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The final path was bordered by the beautiful penjors that we had grown to love in Bali.

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Wikipedia warns people about visiting the Mother Temple of Besakih by stating: Visitors to this temple should exercise caution as there is a syndicate operating in and around the premise of this temple. They target tourists by offering a compulsory “tour guide” at exorbitant charges. They also perform “prayers” and request for tips at the end of the “tour”. Visitors who decline their “services” are dealt with rather aggressively.

I think the temple is absolutely worth seeing, as it is massive and quite captivating. But you must be prepared for touts and a little negotiating. Since this wasn’t our first rodeo, it didn’t bother us terribly—but other people’s posts online revealed their utter frustration at the circumstances.

After leaving the temple, Dewa dropped us off at a restaurant for some lunch. The view wasn’t too shabby, and the servers whisked Ethan away to keep him entertained while we relaxed in the sweltering heat!

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Next, we went to Kuta Beach to kill some time before I had a scheduled ultrasound appointment (I was 5 months pregnant) in Denpasar. We hadn’t planned on swimming, so we were there mostly for the view and we strolled down their walkway (what do you call this? In Mexico we would call it the malecón, so it’s the only word I can think of!).

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The traditional fishing boats of Bali are quite a spectacle!

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I loved the inner tube rentals available throughout the beach—their vendor’s wares were stacked on a pole that they stuck in the sand wherever they hoped to find business nearby.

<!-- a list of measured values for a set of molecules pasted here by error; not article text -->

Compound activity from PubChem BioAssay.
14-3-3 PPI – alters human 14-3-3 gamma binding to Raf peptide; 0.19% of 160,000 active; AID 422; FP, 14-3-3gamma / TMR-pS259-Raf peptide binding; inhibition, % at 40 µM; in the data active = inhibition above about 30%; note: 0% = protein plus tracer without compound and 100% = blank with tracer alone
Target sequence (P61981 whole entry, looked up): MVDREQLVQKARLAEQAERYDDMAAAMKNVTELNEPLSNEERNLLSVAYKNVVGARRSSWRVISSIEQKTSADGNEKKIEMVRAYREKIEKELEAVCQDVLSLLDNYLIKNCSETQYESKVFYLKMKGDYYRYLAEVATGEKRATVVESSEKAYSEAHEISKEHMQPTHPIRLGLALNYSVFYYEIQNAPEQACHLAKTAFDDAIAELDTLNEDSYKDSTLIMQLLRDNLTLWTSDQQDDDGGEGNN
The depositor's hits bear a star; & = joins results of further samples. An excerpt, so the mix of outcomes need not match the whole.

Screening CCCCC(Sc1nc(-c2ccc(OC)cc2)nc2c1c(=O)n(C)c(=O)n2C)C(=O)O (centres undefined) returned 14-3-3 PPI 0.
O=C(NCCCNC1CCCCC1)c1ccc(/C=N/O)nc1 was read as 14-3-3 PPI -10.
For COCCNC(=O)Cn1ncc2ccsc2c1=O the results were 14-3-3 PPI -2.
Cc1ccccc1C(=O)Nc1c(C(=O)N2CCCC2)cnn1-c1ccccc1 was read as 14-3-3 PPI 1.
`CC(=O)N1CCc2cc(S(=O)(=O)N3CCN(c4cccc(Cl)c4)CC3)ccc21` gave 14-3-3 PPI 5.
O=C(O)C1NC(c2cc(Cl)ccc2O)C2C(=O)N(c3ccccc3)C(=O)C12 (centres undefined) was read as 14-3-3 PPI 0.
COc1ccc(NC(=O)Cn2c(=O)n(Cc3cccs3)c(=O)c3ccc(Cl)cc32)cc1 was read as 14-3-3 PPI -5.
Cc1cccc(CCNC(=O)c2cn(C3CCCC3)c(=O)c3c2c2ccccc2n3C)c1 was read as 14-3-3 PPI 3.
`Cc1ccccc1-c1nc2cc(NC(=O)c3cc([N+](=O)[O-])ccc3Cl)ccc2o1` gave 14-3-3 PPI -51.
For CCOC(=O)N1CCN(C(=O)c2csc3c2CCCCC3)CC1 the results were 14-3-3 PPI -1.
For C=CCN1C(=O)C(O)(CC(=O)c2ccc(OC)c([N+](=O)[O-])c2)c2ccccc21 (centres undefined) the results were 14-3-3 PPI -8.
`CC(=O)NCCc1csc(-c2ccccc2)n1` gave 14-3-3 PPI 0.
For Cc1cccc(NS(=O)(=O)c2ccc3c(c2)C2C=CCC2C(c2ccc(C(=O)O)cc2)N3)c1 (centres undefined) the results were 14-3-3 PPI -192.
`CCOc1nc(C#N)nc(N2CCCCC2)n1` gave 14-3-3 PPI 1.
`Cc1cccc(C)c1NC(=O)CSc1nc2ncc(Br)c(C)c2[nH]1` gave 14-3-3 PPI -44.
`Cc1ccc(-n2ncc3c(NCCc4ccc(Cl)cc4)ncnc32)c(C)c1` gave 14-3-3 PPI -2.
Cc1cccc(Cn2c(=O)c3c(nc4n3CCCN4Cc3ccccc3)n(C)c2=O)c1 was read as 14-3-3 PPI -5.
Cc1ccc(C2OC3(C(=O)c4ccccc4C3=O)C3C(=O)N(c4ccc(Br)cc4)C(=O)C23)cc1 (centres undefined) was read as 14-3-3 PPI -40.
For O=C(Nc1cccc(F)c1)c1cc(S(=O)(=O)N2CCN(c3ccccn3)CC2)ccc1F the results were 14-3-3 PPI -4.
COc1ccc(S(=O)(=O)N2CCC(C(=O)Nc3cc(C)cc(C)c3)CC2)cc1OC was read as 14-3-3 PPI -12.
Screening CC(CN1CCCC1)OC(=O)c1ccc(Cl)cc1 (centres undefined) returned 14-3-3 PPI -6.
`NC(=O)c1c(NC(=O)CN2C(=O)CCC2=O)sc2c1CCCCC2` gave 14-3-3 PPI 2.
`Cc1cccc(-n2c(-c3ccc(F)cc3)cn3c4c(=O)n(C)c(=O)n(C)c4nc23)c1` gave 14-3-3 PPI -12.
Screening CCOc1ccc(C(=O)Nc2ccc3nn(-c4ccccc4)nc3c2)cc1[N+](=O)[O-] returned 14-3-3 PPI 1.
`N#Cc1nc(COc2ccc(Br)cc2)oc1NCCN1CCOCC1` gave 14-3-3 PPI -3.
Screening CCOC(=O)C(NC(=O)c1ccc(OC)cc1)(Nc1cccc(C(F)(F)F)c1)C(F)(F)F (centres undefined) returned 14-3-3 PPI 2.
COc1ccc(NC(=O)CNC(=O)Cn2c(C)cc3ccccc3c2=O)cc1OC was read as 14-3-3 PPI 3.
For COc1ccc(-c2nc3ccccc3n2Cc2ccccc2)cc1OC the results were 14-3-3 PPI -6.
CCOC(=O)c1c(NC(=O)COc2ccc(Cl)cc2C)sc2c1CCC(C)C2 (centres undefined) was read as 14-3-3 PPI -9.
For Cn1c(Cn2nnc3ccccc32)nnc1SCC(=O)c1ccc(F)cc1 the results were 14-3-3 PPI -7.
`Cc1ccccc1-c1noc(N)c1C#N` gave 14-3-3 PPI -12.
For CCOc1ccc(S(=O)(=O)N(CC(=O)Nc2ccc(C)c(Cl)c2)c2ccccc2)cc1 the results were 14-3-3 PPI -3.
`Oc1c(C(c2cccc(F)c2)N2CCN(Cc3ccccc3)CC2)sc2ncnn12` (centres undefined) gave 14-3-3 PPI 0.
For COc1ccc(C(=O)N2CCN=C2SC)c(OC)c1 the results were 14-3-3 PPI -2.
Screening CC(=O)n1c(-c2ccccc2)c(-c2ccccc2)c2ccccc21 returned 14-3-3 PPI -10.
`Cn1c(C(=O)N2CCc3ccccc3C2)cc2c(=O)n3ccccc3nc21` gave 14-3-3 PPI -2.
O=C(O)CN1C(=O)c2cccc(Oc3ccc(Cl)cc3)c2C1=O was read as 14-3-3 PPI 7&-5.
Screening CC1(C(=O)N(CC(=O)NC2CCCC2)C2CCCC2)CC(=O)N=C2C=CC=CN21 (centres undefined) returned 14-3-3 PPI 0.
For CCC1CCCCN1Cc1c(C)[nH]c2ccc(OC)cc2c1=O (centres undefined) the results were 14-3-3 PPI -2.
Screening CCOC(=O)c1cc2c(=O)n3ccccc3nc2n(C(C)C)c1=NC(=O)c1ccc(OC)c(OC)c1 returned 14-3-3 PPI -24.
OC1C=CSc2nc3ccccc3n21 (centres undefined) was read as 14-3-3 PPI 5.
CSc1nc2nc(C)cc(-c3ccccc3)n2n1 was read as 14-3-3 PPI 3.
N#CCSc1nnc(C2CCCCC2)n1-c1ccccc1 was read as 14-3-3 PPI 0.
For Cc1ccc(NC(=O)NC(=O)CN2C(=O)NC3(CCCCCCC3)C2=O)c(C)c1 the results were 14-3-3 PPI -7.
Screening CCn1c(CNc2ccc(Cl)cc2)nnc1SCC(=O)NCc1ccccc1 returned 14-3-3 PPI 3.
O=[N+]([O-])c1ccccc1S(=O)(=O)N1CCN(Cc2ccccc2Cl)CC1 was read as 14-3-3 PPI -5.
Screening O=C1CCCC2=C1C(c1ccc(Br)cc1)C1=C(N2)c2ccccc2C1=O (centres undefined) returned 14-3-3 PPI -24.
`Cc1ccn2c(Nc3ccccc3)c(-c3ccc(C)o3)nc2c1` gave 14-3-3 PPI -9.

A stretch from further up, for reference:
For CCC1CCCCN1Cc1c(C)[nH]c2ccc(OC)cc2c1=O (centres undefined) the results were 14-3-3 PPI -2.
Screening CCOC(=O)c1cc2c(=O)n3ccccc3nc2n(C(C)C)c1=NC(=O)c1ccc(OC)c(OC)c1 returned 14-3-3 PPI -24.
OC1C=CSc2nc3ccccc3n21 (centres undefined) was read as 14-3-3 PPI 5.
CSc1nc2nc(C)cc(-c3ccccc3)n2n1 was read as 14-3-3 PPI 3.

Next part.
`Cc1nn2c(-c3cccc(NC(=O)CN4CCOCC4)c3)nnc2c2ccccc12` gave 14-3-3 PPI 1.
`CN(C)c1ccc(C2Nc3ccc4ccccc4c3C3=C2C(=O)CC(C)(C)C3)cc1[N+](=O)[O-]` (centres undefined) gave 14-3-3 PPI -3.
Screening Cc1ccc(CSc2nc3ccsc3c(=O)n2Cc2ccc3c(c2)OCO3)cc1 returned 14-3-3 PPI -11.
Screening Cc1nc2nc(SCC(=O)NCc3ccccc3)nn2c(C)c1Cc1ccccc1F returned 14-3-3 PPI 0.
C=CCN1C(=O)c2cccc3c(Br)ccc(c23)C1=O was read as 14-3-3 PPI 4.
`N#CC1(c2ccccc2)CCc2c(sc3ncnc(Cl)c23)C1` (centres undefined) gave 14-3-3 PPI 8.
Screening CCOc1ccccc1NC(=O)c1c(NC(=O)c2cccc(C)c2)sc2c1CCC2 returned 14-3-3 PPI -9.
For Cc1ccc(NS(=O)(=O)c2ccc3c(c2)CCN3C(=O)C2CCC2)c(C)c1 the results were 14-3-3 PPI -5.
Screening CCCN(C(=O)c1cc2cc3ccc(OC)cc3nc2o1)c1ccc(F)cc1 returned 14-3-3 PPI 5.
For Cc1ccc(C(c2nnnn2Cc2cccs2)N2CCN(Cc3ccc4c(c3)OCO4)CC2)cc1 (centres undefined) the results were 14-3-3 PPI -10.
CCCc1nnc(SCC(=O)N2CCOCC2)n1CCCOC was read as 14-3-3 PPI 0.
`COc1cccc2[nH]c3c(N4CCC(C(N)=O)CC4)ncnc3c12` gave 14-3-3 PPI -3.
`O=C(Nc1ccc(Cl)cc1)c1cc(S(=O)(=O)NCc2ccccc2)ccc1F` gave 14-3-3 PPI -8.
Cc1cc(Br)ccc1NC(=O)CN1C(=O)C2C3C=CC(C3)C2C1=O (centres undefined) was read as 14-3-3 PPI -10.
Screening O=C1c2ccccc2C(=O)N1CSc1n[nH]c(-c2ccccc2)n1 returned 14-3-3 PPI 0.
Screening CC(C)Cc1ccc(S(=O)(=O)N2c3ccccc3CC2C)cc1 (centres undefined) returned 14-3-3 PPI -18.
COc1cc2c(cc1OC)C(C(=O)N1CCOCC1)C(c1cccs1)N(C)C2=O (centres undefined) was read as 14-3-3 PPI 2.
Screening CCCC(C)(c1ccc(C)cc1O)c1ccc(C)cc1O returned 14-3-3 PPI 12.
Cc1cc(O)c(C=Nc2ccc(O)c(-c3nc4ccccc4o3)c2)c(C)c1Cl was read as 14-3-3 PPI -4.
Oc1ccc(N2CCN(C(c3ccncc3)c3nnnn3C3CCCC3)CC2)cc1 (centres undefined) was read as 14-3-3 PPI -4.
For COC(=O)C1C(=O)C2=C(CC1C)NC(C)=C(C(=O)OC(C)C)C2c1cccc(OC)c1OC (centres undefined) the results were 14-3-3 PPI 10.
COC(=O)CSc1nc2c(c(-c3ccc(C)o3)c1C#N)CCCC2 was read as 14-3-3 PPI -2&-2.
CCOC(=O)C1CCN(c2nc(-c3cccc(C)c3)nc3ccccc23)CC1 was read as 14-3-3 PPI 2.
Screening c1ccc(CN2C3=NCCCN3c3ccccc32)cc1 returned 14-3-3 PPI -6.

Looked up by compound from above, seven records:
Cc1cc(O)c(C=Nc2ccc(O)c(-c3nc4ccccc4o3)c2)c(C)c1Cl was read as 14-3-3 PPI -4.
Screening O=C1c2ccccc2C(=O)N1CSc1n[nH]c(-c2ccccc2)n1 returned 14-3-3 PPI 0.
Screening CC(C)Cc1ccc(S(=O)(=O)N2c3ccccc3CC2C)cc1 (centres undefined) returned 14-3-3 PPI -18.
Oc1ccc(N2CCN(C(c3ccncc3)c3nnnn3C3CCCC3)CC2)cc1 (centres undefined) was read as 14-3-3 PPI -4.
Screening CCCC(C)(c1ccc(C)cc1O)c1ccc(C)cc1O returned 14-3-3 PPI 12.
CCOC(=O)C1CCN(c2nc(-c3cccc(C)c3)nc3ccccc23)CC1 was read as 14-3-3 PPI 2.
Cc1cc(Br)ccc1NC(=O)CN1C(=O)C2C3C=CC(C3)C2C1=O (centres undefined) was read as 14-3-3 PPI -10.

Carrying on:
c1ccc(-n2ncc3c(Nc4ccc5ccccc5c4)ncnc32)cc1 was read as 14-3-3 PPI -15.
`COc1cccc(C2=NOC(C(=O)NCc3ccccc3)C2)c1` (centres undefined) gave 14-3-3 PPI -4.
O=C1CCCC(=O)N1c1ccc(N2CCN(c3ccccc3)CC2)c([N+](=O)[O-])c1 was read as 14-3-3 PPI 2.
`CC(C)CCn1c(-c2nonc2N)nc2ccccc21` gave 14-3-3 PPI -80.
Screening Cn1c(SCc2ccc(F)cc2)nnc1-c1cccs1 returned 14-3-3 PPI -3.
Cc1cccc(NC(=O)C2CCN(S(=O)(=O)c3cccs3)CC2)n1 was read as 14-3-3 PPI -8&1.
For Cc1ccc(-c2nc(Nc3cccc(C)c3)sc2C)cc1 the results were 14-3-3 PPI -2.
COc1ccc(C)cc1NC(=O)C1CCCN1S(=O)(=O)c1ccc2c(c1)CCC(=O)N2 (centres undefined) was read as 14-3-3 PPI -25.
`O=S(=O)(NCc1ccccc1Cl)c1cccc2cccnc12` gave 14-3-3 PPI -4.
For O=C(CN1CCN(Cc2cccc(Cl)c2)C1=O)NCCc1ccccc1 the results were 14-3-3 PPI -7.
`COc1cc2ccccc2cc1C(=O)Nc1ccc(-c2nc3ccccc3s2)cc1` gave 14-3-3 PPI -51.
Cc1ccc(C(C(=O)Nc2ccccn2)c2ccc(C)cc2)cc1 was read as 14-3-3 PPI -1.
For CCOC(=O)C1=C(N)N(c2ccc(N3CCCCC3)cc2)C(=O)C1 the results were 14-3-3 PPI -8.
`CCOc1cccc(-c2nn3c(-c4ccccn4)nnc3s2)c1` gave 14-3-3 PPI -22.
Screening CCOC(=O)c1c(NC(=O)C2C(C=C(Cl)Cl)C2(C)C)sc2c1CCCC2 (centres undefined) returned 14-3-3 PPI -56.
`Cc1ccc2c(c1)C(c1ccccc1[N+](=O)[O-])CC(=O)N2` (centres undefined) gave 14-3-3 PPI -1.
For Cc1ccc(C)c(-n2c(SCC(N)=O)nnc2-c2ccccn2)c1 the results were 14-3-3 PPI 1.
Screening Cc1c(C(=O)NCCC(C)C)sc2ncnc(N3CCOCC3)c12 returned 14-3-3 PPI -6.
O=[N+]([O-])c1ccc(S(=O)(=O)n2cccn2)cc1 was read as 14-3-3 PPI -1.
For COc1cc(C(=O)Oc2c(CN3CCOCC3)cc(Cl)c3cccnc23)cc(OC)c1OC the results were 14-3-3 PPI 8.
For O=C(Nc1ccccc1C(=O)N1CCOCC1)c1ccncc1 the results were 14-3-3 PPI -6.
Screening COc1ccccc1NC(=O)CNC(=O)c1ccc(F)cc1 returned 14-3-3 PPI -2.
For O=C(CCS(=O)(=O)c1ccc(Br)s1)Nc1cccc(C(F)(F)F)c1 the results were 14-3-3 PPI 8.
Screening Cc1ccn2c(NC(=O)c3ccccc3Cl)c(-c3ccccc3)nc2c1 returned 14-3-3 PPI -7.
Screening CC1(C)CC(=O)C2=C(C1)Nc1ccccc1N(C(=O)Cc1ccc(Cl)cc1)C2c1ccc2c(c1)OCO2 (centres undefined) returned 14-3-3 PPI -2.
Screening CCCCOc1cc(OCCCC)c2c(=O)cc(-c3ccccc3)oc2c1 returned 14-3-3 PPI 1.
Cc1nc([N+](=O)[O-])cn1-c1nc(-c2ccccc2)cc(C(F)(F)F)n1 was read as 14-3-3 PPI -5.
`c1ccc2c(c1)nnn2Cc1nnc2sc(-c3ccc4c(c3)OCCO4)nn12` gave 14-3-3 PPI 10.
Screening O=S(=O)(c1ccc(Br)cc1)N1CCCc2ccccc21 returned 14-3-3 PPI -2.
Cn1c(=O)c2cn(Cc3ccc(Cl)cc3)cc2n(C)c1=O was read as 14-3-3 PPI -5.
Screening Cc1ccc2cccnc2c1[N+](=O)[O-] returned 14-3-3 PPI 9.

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Ethan was happy to be back on a beach for the first time since living in Phuket, Thailand. However, this beach was definitely not the cleanest…

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It didn’t take long before Ethan had waded into the water a bit too far, which made his disposable diaper absolutely useless (and his clothes wet).

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He didn’t mind one bit.

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We headed back to the car (picking up some soft serve ice cream on the way) met the doctor just in time for my ultrasound, and then drove back to Ubud in the dark—utterly exhausted.

If you thought that sounded like a long day, it was!  It just goes to show that you can see and experience a lot in Bali, even when on a limited time frame!

My name is Alisa, and I love traveling the world with my adventurous husband and rambunctious 4 small children. I am passionate about gorgeous scenery, meeting new people, and eating vegetables. Most of all, I love making memories with my family, and I enjoy sharing our travels with others!

One Response to “Bali’s Mother Temple of Besakih”

  1. Nice post, and an experience I can certainly relate to!